Trump could be responsible for death of innocents in Iran: Senator Chris Murphy

April 15, 2020 - 16:37

TEHRAN - Chris Murphy, the U.S. senator from Connecticut, warned on Monday that the Trump administration could be partially responsible for “the death of innocent people” if it continues its current policies towards Iran amidst the coronavirus epidemic.

“If this epidemic continues to grow and spread in Iran it will…result in the death of innocent people, partially as a result of U.S. policy that does not accrue to the national security benefit of our country,” he told reporters on the Monday conference call, The National Interest reported.

“Remember, if we don’t beat it there, we don’t beat it here. This virus doesn’t respect borders,” he added. “It’s just good public health policy to help even our adversaries beat back this scourge.”

The novel coronavirus disease, also known as COVID-19, hit Iran at a time when U.S.-Iranian tensions were at an all-time high. The Trump administration initially relaxed its “super-maximum economic pressure” campaign in order to allow for humanitarian trade but has refused to budge any further, claiming that the current exemptions are enough. Murphy disagreed. 

“Remember, if we don’t beat it there (Iran), we don’t beat it here. This virus doesn’t respect borders,” Senator Murphy says. He had penned a March 26 letter, signed by ten other Democratic senators, asking the Trump administration to ensure that Iran and Venezuela can import medical supplies and other humanitarian goods to deal with the coronavirus outbreak.

Murphy wrote on his Twitter page on April 6 that Iranians are dying of coronavirus partly because of U.S. sanctions. 

“Innocent civilians are dying there in part because our sanctions are limiting humanitarian aid during coronavirus,” he tweeted.

Foreign ministers of the European Union have urged suspension of sanctions against countries, including Iran, in the fight against the coronavirus pandemic.

Dane Rowlands, a professor at Carleton University, has said it is “regrettable” that the United States is refusing to ease sanctions on Iran while the country is fighting the deadly virus.

“The United States can reduce restrictions and facilitate Iran’s access to medicine, however, the government of the United States does not prioritize this issue which is regrettable,” Rowlands told ILNA in an interview published on April 6.

He noted that innocent people are losing their lives in Iran due to lack of access to medicine resulting from U.S. sanctions.

On March 31, a UN human rights expert called for lifting international sanctions against countries ranging from Iran to North Korea and Venezuela in coronavirus crisis, according to Reuters.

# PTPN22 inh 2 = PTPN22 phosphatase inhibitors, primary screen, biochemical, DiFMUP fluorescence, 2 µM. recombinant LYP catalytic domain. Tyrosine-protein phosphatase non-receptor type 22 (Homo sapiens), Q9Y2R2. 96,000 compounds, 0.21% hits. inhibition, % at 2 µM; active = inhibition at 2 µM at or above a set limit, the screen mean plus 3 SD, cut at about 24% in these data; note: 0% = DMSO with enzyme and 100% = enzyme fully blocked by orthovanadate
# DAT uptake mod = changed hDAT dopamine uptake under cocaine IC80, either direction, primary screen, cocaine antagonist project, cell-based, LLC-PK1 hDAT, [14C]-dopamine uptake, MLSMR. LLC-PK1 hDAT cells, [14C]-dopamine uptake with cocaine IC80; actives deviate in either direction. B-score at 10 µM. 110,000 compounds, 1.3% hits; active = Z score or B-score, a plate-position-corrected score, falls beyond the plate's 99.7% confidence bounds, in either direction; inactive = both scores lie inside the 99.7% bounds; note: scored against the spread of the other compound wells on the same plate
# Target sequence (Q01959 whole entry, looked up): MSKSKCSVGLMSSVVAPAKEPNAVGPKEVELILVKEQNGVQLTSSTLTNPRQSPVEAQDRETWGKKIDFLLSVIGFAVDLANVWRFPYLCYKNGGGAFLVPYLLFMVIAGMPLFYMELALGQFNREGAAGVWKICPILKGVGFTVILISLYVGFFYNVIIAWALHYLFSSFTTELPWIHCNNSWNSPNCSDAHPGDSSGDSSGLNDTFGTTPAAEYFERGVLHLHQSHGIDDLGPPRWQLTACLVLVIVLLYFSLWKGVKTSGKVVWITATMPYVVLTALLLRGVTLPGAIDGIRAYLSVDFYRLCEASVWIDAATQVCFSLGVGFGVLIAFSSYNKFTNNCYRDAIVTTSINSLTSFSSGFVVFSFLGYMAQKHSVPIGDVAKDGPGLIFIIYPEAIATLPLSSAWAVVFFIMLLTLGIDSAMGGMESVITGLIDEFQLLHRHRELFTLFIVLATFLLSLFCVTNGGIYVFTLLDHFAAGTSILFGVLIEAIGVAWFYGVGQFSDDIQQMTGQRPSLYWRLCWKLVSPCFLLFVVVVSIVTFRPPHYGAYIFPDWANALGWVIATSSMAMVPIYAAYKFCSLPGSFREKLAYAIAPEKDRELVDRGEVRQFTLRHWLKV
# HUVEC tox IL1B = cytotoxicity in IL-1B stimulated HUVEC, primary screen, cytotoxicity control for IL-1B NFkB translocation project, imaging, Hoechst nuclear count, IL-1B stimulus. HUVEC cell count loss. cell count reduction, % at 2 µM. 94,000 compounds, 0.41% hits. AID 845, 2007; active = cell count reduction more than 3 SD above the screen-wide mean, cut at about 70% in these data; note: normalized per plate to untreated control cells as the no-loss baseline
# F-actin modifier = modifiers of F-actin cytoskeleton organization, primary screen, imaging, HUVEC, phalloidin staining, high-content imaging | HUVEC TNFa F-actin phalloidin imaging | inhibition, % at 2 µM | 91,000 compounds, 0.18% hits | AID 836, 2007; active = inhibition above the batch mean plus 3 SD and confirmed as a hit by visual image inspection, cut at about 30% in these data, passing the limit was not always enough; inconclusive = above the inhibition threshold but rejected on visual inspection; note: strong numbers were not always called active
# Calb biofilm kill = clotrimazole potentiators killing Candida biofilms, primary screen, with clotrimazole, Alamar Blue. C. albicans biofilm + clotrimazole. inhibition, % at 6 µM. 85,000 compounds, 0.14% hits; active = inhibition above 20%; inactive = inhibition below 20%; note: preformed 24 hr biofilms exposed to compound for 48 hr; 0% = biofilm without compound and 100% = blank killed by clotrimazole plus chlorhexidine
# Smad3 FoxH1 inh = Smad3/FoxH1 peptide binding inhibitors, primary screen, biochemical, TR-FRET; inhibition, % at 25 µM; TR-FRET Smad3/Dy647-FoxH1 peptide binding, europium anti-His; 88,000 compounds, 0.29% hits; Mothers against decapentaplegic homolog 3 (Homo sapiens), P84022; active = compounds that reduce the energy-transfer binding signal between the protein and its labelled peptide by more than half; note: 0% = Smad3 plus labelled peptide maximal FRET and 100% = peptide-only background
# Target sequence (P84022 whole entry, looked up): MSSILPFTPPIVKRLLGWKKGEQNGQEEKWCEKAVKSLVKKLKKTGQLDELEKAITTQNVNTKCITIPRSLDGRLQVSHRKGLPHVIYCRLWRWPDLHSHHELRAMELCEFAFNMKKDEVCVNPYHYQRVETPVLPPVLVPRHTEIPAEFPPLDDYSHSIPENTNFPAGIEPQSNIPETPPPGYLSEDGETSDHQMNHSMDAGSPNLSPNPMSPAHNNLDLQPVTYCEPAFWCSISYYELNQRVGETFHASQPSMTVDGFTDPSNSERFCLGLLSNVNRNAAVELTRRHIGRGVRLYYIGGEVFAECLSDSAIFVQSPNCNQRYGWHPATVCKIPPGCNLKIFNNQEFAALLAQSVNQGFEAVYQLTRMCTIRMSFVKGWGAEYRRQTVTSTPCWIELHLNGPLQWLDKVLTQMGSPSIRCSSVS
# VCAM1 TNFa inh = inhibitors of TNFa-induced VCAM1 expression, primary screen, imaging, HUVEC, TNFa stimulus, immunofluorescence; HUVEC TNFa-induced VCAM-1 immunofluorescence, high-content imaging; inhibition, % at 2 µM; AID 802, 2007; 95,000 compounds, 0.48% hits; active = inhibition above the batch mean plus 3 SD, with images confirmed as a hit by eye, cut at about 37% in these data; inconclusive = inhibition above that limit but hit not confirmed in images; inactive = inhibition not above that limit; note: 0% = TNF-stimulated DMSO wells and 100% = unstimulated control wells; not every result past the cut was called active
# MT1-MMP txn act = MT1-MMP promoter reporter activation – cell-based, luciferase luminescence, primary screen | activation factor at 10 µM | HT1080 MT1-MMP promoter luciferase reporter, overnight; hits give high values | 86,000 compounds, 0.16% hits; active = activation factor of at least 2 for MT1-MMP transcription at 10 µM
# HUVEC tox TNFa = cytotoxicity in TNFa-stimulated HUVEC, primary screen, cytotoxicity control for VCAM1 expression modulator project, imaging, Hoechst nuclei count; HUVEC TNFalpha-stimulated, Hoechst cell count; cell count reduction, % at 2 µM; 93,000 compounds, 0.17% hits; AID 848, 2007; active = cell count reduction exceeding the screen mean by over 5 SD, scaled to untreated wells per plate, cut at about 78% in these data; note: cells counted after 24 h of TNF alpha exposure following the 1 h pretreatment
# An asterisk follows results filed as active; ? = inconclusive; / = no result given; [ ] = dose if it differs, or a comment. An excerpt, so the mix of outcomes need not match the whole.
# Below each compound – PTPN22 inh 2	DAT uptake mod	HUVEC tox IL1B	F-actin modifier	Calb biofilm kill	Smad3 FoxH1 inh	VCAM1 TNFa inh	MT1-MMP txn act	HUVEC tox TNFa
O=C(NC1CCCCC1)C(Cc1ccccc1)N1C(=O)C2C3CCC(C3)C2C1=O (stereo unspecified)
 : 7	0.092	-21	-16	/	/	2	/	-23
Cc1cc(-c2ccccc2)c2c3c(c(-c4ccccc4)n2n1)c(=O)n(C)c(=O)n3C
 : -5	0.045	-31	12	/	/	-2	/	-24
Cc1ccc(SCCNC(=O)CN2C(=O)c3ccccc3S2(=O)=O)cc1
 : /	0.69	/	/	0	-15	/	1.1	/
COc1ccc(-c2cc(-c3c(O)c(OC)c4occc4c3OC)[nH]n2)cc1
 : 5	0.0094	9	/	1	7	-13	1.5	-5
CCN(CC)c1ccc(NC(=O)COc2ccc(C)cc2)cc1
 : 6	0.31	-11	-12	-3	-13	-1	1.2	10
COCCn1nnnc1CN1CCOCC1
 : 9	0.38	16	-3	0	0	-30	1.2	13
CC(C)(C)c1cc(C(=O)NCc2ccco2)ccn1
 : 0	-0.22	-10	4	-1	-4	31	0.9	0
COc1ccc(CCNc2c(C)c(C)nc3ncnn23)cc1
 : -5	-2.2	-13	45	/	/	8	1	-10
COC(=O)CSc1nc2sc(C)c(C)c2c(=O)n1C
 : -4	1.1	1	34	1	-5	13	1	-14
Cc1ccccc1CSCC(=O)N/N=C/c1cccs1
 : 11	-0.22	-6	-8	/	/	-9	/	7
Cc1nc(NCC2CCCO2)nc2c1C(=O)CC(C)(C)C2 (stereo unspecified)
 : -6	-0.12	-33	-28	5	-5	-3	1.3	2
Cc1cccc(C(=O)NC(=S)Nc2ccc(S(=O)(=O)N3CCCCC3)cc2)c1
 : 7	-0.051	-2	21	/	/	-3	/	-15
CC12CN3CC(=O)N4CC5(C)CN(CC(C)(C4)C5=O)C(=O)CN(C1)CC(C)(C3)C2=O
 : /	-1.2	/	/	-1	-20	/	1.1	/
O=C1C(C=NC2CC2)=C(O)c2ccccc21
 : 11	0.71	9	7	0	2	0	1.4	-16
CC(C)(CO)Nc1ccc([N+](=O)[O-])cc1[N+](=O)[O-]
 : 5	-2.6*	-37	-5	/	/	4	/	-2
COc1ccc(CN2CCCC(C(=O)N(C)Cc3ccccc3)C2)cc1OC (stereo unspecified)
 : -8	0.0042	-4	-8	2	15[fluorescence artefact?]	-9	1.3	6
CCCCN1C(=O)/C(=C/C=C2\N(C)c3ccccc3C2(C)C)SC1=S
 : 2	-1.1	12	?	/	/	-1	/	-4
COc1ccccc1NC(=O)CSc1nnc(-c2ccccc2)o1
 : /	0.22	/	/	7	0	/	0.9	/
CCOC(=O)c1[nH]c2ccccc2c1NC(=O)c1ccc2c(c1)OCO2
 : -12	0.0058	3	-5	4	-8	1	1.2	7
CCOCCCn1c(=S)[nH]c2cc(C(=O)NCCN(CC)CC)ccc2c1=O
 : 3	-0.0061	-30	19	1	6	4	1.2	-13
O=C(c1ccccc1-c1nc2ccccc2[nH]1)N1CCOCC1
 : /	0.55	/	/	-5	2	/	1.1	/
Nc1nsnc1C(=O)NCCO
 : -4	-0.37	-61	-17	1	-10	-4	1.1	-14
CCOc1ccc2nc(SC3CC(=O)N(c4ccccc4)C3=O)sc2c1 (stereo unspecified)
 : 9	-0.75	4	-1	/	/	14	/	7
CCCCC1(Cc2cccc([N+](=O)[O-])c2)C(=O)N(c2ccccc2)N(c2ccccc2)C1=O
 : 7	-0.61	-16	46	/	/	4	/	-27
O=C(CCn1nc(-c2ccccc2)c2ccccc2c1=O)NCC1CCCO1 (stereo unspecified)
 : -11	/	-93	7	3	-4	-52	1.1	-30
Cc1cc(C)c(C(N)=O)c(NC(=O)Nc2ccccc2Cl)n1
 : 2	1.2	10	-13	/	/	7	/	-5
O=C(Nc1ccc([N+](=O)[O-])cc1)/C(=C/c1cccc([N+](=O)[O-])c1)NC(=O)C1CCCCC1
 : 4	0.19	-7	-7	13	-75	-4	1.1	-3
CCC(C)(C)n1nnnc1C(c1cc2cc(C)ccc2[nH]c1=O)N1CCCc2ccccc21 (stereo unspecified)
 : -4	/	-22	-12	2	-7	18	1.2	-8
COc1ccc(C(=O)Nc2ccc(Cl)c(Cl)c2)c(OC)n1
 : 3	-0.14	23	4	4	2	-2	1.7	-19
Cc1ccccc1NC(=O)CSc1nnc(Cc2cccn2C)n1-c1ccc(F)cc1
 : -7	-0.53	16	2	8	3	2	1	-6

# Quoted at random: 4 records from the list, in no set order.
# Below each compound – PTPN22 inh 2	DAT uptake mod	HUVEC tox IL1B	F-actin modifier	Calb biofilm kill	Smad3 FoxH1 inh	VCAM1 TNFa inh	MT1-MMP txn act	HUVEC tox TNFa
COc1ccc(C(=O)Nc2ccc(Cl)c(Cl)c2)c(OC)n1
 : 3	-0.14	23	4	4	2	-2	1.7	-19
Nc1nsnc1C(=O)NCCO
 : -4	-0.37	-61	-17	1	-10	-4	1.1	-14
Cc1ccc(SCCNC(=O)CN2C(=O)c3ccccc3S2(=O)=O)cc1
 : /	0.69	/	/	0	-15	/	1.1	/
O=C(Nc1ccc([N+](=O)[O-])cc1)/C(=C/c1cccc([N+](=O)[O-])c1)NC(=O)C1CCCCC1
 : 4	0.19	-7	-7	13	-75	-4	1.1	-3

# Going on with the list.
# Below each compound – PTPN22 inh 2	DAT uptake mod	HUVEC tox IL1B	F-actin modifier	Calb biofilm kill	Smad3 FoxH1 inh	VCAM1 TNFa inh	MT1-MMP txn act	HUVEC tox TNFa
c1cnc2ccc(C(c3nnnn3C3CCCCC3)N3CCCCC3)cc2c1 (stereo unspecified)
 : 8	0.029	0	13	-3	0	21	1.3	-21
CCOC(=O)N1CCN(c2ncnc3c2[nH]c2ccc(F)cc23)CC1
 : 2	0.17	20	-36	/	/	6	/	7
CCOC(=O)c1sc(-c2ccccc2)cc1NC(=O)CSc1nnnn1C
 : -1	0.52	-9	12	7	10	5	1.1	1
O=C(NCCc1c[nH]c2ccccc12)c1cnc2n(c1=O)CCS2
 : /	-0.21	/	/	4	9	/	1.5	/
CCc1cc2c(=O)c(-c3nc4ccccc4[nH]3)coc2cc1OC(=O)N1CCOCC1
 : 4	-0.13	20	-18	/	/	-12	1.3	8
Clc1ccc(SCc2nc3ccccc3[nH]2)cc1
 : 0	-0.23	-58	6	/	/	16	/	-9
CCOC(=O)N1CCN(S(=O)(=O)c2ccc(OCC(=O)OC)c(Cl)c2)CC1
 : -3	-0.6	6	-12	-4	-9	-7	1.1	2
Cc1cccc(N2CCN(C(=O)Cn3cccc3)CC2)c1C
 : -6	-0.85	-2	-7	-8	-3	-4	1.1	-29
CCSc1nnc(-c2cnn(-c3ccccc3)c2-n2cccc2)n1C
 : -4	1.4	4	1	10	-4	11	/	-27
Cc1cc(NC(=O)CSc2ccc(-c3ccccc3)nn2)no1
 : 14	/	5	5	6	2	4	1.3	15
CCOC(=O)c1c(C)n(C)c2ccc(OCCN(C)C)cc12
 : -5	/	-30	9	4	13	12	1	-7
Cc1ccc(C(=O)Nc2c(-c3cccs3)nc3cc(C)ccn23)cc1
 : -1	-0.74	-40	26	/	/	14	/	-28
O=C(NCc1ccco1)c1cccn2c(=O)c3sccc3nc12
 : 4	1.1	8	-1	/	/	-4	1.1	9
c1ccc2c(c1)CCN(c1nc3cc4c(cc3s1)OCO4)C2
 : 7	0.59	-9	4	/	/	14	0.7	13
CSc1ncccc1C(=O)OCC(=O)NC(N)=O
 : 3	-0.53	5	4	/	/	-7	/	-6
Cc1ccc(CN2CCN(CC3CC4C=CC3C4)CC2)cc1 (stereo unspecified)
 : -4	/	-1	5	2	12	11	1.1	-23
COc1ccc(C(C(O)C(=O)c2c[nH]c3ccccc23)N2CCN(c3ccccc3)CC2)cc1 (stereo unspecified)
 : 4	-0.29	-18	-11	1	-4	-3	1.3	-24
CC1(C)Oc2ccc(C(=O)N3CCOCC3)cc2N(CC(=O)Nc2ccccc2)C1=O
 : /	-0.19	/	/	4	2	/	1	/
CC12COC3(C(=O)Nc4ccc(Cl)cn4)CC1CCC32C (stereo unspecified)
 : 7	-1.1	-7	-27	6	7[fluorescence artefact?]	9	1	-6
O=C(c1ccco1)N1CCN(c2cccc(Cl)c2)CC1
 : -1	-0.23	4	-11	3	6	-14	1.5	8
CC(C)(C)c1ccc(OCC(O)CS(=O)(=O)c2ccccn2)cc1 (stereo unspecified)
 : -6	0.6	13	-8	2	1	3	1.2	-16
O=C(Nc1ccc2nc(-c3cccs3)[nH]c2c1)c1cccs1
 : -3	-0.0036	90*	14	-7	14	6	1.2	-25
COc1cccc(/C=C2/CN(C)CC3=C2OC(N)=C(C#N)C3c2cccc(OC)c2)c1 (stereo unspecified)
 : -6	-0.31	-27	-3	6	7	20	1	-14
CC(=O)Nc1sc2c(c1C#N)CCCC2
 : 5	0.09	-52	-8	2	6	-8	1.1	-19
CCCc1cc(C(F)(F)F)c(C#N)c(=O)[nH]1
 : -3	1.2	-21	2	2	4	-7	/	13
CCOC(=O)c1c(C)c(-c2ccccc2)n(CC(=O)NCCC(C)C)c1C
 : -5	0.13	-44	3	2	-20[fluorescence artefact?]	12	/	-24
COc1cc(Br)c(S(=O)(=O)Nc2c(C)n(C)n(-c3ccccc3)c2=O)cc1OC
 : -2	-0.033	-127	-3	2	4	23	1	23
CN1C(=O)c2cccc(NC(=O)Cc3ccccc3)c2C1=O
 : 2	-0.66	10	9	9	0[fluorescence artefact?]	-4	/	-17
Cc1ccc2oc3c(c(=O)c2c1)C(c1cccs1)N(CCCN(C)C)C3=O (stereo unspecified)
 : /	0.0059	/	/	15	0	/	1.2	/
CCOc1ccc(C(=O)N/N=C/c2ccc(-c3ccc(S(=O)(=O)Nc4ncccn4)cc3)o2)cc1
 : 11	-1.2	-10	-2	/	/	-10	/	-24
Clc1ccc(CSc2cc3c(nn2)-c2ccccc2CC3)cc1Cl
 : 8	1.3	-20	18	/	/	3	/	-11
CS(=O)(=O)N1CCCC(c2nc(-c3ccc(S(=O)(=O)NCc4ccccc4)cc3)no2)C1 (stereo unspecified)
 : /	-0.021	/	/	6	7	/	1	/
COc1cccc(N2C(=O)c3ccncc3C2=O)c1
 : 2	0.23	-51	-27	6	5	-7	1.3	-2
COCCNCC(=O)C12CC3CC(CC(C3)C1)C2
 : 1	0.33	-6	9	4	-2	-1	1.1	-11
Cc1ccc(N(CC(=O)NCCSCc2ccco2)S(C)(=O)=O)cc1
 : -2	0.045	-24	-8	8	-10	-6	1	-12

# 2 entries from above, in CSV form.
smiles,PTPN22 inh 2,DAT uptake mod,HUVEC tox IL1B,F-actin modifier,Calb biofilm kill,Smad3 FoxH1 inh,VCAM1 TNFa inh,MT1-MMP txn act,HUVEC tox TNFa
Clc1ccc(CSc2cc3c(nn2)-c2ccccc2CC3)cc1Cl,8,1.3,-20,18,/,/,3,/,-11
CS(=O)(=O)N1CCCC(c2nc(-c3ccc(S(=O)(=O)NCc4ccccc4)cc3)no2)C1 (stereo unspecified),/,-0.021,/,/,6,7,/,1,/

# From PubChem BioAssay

“The continued imposition of crippling economic sanctions on Syria, Venezuela, Iran, Cuba, and, to a lesser degree, Zimbabwe, to name the most prominent instances, severely undermines the ordinary citizens’ fundamental right to sufficient and adequate food,” Hilal Elver, UN special rapporteur on the right to food, said in a statement.

Elver, an independent expert, said that it was a matter of “humanitarian and practical urgency to lift unilateral economic sanctions immediately”.

In a letter to the G-20 economic powers on March 24, UN Secretary-General Antonio Guterres called for rolling back international sanctions regimes around the world. 

Guterres said sanctions are heightening the health risks for millions of people and weakening the global effort to contain the spread of the new coronavirus, Foreign Policy reported.

“I am encouraging the waiving of sanctions imposed on countries to ensure access to food, essential health supplies, and COVID-19 medical support. This is the time for solidarity, not exclusion,” he said.

“Let us remember that we are only as strong as the weakest health system in our interconnected world,” the UN chief said.

Michelle Bachelet, the UN high commissioner for human rights, also said on March 24 that “in a context of global pandemic, impeding medical efforts in one country heightens the risk for all of us.”

“At this crucial time, both for global public health reasons, and to support the rights and lives of millions of people in these countries, sectoral sanctions should be eased or suspended,” she said in a statement.

NA/PA

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